"The annexation of Texas, should it be consummated, will prolong the duration of Slavery"Senator Henry Clay Autograph Letter Signed "H. Clay." Two pages of a bifolium, 7.75" x 9.75", Ashland [Lexington, Kentucky], March 31, 1845, addressed to "Mrs. Martha K. Buckingham" of Putnam, Ohio, marked "Private" in the top margin of the first page. In this letter, written only months after losing the 1844 presidential election to James K. Polk, Clay responds to a woman who has asked for his advice on how best to spend $1,000 to be used "for the promotion of the immediate emancipation of the slaves in the United States." He responds with fascinating ruminations on a number of thoughts regarding slavery: the number of Americans favoring gradual emancipation and those favoring immediate freedom for slaves and the role that the annexation of Texas would play for the future of American slavery. Clay also supposes that time will solve the slavery issue if "the public mind were left undisturbed by the excitement of passions . . . such excitement that abolitionists . . . have done." In the end, he argues that Mrs. Buckingham should not support with her money his second cousin, Cassius Clay, who was a Kentucky politician and abolitionist, in his new venture of publishing an anti-slavery newspaper, unless "he limit himself to a gradual emancipation." Even then, Clay advised her to "withhold the application of the money, for the present, and until Mr. Clay's plan is further developed, and the reception of it by the public is seen." The address panel bears the postmark from Lexington, Kentucky, on April 1. The text and signature are bold and clear. Some small holes at fold intersections. A small amount of paper loss from the original opening at the wax seal (no loss of text). Minor staining. The letter reads in part:
"I received your letter informing me that your mother had bequeathed to yourself and your two sisters $1000 to be appropriated by you and them, as you might deem best, for the promotion of the immediate emancipation of the slaves in the United States; and that it has occurred to you that the benevolent design of your mother might be well executed by applying that sum in aiding the circulation of a paper which Mr. Cassius M. Clay purposes publishing in support of the cause of emancipation of the slaves in Kentucky. You do me the honor to ask my advice as to the direction of the bequest to that object. . . .
"At all times there have been in Kentucky many individuals in favor of gradual emancipation of slaves, similar to that which was adopted by Pennsylvania, during the Revolutionary War. At no time has any body, or at least any considerable number of persons, been in favor of immediate emancipation. I sincerely believe that the number, in favor of gradual emancipation, would now be much greater that it is but for the unhappy agitation of the question of abolition in the free States. What proportion of the population of K. is in favor of gradual emancipation, at present, I have no means of judging, and can only be matter of conjecture. I am inclined to believe that it is not greater, relatively to those who are opposed to it, than it was in the year 1798-9.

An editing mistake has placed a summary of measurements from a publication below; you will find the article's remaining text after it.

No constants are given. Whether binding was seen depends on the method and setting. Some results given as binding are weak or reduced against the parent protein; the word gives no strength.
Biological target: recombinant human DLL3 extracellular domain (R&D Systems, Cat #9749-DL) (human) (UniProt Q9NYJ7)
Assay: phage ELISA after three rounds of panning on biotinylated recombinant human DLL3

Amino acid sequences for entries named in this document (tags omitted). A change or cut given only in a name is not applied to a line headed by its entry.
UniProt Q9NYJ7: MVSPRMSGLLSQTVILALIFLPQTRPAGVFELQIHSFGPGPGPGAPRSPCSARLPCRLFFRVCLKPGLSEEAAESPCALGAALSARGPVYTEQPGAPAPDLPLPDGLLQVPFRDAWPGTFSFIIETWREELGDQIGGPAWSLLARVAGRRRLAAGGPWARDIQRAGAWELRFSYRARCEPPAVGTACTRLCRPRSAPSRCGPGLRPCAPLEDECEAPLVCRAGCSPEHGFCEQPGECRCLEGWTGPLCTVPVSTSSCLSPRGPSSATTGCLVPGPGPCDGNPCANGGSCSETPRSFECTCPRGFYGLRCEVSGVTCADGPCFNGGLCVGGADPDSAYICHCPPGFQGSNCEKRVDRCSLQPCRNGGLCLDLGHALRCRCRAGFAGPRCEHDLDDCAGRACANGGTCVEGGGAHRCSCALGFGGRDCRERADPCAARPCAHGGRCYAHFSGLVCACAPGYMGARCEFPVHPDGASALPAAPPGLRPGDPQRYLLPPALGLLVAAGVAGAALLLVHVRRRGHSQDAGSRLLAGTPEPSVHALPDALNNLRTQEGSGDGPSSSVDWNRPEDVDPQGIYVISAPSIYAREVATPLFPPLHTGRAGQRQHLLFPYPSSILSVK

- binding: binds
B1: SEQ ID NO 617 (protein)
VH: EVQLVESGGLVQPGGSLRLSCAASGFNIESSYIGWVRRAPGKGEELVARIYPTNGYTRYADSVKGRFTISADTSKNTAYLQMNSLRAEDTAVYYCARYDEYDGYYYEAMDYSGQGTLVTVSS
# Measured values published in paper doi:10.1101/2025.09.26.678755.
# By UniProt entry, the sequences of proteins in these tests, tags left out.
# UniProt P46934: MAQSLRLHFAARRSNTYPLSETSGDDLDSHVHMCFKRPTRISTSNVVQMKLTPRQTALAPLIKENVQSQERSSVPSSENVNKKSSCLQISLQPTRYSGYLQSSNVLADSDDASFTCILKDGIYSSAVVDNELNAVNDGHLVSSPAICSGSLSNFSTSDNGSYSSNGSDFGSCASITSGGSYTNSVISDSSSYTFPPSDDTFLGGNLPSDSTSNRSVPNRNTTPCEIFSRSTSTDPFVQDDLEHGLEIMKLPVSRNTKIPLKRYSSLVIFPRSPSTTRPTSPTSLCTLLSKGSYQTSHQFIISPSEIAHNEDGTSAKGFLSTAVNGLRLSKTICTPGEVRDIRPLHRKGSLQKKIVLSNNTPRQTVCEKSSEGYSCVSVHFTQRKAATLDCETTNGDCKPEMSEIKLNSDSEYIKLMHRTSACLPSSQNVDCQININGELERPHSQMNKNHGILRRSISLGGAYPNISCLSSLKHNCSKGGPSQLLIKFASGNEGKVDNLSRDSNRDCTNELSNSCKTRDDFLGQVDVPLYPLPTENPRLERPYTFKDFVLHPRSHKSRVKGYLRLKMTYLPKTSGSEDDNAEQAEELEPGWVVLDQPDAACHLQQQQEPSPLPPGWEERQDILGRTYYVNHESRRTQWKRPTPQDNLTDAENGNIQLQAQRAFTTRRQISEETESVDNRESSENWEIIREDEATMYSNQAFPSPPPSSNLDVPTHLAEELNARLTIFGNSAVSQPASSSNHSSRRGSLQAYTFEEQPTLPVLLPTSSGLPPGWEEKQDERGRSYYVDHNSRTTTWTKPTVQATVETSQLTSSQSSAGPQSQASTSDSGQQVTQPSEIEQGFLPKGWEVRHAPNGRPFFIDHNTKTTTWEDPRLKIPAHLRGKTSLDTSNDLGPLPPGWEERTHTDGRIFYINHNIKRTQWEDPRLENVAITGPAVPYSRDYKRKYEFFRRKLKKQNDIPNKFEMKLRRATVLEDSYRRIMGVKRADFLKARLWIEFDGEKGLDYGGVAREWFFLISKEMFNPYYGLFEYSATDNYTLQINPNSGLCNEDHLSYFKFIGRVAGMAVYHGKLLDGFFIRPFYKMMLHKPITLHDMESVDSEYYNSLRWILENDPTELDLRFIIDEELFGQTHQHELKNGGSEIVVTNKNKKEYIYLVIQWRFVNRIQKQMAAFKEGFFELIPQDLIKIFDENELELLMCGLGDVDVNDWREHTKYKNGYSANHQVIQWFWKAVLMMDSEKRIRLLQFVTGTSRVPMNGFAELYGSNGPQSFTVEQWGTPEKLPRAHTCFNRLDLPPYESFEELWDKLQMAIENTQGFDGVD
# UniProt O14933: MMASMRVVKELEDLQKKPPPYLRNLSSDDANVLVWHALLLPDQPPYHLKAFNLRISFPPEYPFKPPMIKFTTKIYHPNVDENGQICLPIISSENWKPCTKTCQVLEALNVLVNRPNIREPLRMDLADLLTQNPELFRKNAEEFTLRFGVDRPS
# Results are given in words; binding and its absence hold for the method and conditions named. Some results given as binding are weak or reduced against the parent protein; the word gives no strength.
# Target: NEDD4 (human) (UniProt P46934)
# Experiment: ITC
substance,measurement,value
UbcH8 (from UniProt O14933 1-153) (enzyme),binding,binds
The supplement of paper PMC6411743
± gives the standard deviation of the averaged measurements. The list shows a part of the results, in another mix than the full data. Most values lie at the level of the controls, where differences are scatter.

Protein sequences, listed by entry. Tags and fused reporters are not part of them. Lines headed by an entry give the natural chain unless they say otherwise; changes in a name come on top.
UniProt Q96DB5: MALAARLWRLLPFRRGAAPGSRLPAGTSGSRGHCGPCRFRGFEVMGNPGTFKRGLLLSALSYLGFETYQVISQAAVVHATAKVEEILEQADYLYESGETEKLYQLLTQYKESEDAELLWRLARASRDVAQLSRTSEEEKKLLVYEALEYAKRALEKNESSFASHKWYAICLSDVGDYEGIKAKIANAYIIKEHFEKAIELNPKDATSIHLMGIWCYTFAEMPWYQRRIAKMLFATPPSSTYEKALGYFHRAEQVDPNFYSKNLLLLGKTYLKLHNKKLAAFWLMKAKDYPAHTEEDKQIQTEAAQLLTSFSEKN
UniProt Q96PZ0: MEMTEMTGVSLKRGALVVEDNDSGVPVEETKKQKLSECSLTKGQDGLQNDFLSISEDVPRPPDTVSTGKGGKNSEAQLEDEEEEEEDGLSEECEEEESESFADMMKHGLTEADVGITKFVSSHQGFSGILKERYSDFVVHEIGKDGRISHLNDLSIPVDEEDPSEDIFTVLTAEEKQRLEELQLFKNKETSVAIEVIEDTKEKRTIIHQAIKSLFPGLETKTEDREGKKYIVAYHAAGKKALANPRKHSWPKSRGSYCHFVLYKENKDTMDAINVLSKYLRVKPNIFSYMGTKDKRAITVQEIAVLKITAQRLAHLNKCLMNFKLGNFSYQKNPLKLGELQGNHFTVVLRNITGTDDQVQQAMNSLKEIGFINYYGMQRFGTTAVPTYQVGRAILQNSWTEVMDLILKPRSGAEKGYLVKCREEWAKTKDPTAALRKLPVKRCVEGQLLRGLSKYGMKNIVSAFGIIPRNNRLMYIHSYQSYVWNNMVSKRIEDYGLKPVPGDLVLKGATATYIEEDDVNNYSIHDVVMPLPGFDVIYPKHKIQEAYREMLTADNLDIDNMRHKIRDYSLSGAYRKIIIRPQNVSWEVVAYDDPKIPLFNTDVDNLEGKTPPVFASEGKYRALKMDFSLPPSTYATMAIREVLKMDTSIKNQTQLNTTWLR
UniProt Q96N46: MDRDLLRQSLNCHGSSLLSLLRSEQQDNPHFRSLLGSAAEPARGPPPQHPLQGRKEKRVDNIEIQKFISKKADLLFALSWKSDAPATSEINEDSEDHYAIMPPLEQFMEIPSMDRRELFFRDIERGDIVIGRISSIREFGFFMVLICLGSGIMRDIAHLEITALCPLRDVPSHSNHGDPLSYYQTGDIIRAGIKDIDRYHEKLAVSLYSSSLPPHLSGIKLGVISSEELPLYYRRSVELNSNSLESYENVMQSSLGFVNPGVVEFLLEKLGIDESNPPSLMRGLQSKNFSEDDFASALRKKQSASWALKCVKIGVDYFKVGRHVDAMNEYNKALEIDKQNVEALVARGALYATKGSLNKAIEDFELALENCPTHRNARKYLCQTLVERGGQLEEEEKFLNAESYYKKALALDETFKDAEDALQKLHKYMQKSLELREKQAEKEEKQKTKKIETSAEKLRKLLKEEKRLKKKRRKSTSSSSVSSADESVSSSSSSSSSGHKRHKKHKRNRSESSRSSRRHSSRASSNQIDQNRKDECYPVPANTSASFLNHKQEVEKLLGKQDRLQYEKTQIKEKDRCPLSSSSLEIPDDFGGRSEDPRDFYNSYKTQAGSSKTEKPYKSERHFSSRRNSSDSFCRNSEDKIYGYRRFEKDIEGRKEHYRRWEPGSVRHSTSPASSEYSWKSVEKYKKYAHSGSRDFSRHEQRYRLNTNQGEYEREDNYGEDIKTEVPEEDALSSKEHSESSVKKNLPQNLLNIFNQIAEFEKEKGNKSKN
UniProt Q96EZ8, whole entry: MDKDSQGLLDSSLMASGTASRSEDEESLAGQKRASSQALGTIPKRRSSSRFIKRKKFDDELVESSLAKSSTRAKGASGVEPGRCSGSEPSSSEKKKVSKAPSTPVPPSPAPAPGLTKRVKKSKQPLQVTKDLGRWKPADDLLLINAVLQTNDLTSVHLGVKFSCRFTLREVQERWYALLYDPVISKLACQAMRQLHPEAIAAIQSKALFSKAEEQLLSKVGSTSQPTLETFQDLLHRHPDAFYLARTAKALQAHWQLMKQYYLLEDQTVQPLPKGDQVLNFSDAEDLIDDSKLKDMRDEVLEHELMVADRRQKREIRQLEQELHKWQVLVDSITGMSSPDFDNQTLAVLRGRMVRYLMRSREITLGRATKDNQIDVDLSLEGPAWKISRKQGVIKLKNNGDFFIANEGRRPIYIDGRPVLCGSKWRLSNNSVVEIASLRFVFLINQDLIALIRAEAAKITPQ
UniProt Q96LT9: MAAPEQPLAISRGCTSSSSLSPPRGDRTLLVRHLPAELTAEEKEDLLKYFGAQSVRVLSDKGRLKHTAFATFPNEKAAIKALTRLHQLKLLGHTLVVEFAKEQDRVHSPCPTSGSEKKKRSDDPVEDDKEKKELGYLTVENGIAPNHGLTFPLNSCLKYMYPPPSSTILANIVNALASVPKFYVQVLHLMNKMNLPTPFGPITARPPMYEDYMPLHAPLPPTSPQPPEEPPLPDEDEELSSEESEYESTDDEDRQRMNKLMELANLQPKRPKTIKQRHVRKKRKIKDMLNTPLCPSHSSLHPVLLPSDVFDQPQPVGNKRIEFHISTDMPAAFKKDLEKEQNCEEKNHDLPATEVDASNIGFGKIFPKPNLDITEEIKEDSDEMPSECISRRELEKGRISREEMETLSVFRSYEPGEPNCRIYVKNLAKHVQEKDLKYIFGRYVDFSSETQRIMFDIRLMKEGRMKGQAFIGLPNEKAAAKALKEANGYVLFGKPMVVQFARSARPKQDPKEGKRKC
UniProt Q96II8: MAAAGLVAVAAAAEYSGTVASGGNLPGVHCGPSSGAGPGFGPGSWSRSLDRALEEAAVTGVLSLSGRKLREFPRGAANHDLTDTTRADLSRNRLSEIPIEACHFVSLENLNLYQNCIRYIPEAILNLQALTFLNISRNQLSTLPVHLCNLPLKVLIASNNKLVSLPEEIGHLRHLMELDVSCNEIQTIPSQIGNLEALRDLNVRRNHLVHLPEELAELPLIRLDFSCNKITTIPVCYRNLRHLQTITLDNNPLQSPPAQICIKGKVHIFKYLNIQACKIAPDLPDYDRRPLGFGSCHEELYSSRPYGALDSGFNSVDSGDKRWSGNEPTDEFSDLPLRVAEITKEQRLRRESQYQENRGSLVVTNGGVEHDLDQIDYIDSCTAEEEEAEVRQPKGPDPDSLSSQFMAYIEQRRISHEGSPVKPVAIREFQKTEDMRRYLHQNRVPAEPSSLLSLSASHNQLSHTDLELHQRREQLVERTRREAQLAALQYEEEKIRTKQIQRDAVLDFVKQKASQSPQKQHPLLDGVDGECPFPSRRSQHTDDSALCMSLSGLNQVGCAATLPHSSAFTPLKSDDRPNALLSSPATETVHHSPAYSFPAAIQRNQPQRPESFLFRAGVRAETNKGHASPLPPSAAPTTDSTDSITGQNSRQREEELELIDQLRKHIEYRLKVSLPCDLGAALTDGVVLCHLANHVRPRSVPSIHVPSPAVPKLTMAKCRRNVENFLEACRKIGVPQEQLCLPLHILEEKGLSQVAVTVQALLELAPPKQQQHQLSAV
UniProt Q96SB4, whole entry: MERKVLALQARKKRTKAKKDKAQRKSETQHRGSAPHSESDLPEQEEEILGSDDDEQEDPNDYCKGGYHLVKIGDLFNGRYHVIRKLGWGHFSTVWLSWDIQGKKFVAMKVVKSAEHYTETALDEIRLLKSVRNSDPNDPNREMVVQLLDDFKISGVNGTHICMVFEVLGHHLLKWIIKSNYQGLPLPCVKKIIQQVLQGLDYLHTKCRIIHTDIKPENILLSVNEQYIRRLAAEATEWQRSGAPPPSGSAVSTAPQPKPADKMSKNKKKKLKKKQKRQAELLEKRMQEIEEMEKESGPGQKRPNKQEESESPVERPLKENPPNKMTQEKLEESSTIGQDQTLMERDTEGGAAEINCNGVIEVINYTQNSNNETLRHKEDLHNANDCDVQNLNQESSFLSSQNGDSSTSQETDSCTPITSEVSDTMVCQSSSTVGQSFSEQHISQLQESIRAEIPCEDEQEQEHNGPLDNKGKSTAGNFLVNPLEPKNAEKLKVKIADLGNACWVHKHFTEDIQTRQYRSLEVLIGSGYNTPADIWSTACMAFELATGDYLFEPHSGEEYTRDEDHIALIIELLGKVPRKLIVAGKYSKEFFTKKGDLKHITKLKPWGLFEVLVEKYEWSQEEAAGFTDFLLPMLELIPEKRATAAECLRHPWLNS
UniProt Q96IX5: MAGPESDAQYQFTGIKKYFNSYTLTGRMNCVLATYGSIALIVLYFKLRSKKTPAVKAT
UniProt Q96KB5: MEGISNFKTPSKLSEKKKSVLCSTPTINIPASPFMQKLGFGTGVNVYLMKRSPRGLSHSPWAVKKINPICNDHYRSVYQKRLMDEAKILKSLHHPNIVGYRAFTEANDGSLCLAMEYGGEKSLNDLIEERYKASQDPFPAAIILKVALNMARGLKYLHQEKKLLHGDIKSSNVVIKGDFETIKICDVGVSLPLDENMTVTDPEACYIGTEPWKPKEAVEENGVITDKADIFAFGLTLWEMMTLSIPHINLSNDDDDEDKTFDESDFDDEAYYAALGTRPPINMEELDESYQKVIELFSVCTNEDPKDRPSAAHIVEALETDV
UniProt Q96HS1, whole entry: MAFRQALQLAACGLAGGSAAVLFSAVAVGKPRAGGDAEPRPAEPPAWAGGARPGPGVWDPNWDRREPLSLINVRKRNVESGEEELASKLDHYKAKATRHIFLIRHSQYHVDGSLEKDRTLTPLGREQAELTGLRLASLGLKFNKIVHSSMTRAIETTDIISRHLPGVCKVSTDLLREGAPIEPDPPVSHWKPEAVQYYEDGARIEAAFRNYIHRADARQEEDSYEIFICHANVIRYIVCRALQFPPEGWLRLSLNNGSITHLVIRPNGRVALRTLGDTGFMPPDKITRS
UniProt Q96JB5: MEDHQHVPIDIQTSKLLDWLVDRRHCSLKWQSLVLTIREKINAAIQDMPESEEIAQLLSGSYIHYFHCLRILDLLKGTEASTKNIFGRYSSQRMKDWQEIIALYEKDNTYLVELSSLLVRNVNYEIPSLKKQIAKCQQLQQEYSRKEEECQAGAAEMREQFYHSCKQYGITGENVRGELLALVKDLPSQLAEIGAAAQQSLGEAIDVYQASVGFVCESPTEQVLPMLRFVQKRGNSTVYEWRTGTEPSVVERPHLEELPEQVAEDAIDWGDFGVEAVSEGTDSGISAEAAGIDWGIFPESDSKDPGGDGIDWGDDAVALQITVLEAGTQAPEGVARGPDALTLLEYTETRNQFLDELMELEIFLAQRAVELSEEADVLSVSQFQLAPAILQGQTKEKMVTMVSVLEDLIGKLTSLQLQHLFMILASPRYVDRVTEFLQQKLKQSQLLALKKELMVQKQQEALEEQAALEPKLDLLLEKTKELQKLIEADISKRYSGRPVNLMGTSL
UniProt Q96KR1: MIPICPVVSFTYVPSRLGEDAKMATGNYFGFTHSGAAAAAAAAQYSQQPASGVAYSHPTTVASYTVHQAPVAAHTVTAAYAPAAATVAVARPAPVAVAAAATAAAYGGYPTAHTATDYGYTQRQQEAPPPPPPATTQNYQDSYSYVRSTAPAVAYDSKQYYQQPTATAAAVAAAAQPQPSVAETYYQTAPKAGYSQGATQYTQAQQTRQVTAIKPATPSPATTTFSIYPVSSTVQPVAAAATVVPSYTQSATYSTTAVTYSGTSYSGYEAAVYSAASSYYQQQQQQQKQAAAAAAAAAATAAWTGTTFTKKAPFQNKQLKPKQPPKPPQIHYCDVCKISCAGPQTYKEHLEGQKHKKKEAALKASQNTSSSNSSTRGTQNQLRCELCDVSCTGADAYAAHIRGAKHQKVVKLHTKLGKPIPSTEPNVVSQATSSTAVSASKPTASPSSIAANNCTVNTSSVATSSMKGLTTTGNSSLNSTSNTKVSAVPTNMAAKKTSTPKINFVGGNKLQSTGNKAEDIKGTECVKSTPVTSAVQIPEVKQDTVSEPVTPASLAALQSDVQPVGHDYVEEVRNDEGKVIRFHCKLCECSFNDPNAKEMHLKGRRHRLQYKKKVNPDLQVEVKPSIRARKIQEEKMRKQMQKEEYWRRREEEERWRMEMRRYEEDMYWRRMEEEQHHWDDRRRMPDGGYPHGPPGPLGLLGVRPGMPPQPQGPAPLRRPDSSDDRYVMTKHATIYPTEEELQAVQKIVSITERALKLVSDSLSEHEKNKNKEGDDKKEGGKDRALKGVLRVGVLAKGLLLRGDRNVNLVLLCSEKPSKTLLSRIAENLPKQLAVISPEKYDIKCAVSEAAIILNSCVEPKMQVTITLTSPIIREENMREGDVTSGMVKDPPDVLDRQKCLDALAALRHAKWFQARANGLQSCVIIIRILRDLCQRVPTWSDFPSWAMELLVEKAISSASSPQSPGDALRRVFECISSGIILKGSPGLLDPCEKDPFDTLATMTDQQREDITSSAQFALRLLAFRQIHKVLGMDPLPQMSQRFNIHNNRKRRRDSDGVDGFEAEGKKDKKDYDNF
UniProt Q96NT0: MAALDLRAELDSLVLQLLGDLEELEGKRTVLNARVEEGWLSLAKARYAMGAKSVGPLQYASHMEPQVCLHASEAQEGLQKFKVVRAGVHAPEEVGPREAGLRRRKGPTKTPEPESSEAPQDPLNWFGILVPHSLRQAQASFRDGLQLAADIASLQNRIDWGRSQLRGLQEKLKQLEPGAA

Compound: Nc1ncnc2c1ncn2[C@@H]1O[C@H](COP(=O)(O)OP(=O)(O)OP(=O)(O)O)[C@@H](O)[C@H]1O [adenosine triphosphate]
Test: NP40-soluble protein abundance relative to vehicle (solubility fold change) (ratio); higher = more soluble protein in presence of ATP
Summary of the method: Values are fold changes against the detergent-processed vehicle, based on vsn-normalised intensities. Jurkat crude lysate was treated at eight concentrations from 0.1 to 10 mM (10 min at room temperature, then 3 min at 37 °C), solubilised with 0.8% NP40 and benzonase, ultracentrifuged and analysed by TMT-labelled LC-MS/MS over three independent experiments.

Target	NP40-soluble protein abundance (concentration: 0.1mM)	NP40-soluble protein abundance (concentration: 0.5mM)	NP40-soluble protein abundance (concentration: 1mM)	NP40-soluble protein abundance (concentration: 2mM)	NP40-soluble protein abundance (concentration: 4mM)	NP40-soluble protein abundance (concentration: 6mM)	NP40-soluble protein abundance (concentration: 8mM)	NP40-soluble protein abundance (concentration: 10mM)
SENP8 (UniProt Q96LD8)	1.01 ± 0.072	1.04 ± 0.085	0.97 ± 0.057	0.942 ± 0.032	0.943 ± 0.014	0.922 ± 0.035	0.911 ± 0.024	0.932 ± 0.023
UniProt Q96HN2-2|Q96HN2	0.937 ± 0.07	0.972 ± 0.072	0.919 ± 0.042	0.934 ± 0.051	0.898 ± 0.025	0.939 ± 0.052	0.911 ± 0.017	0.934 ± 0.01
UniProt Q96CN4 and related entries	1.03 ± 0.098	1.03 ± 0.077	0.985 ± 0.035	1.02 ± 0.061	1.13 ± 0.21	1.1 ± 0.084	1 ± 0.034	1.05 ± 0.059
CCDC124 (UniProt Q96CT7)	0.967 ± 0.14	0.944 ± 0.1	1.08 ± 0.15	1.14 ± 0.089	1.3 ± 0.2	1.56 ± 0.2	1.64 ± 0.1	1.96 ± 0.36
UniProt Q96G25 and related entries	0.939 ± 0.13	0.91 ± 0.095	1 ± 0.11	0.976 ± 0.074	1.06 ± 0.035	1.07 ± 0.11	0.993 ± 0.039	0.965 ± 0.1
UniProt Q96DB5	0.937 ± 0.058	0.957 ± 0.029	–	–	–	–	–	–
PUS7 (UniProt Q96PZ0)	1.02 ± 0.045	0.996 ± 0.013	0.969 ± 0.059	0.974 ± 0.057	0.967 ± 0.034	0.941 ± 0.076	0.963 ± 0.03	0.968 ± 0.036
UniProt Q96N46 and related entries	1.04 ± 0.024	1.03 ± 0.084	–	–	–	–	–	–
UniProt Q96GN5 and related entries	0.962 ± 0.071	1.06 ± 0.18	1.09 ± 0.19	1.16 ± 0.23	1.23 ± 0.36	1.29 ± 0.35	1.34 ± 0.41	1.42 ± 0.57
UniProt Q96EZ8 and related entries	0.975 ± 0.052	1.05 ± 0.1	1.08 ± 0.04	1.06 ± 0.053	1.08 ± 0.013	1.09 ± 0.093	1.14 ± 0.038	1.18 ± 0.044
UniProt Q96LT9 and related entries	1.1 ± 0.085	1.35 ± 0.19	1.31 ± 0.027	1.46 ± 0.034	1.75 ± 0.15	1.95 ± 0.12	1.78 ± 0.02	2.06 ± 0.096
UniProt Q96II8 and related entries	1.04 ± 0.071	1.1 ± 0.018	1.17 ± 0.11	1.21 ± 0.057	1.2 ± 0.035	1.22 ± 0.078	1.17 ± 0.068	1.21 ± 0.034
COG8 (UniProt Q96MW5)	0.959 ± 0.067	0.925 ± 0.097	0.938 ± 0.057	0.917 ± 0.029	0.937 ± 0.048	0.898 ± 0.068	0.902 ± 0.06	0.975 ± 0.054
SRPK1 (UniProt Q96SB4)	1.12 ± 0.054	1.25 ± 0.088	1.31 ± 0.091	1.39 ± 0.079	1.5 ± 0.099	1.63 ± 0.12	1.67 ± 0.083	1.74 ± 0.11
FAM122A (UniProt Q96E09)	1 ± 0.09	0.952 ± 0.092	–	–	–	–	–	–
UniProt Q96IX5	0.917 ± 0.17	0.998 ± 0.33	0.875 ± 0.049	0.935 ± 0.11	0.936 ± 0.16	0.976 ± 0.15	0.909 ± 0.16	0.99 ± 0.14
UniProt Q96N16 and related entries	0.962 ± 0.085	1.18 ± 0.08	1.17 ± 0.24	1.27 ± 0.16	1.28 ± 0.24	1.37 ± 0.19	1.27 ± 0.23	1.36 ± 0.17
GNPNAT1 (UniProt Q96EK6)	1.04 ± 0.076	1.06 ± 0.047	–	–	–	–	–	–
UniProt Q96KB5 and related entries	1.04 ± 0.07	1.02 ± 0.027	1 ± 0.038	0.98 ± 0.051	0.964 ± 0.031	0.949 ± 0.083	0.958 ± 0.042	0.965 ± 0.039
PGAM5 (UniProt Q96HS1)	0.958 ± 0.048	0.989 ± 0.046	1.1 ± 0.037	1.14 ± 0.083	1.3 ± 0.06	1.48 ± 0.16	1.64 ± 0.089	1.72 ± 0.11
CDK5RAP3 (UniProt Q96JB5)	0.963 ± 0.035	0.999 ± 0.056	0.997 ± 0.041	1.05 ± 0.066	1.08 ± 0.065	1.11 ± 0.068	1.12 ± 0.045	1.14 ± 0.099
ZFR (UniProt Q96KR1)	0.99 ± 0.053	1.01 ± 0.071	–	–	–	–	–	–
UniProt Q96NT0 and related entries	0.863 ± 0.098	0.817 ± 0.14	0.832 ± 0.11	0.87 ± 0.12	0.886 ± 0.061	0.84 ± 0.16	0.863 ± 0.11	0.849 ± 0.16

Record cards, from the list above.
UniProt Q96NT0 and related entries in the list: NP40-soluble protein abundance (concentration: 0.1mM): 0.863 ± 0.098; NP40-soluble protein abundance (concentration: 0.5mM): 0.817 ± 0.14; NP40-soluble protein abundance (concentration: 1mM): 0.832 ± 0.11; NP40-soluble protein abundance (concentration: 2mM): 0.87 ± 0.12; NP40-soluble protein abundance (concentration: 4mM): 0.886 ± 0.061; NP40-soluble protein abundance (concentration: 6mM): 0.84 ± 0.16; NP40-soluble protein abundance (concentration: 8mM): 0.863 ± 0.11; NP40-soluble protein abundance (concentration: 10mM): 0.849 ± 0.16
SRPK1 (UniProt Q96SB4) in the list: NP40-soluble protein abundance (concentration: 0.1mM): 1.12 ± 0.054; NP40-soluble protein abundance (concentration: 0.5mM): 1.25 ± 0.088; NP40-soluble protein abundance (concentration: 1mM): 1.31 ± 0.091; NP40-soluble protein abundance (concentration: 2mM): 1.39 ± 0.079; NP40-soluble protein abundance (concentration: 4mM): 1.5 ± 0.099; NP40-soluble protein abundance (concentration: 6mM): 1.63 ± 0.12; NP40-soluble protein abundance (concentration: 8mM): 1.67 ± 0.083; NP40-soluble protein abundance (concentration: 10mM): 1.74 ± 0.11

"My belief is that Mr. Clay's effort is made at an inauspicious period, and that it will be unsuccessful. Time would do a great deal, if its operations, and the calm reflections of the public mind were left undisturbed by the excitement of passions. It has been by such excitement that abolitionists, contrary no doubt to the intention of the honest portion of them, have done much prejudice to the cause which they espoused. The annexation of Texas, should it be consummated, will prolong the duration of Slavery, by opening to it a new theater.
"I am not in consultation with Mr. Clay about the project of his paper. . . . If he should go for immediate emancipation, he will find no partizan whatever in this State. And, if he should even confine his exertions to the object of a gradual emancipation, I doubt whether he will add many to the number of those among us who are in favor of that plan. But if he limit himself to a gradual emancipation, it is worthy of your consideration whether such a purpose falls within the scope of your mother's bequest, which is directed to immediate emancipation.
"If I were to offer any advice to you, it would be to withhold the application of the money, for the present, and until Mr. Clay's plan is further developed, and the reception of it by the public is seen."
Cassius Clay supported gradual emancipation. To that end, he began publishing the anti-slavery newspaper True American in 1845 from Lexington. After numerous threats by pro-slavery men, Clay was quickly forced to move his operation to Cincinnati, Ohio.
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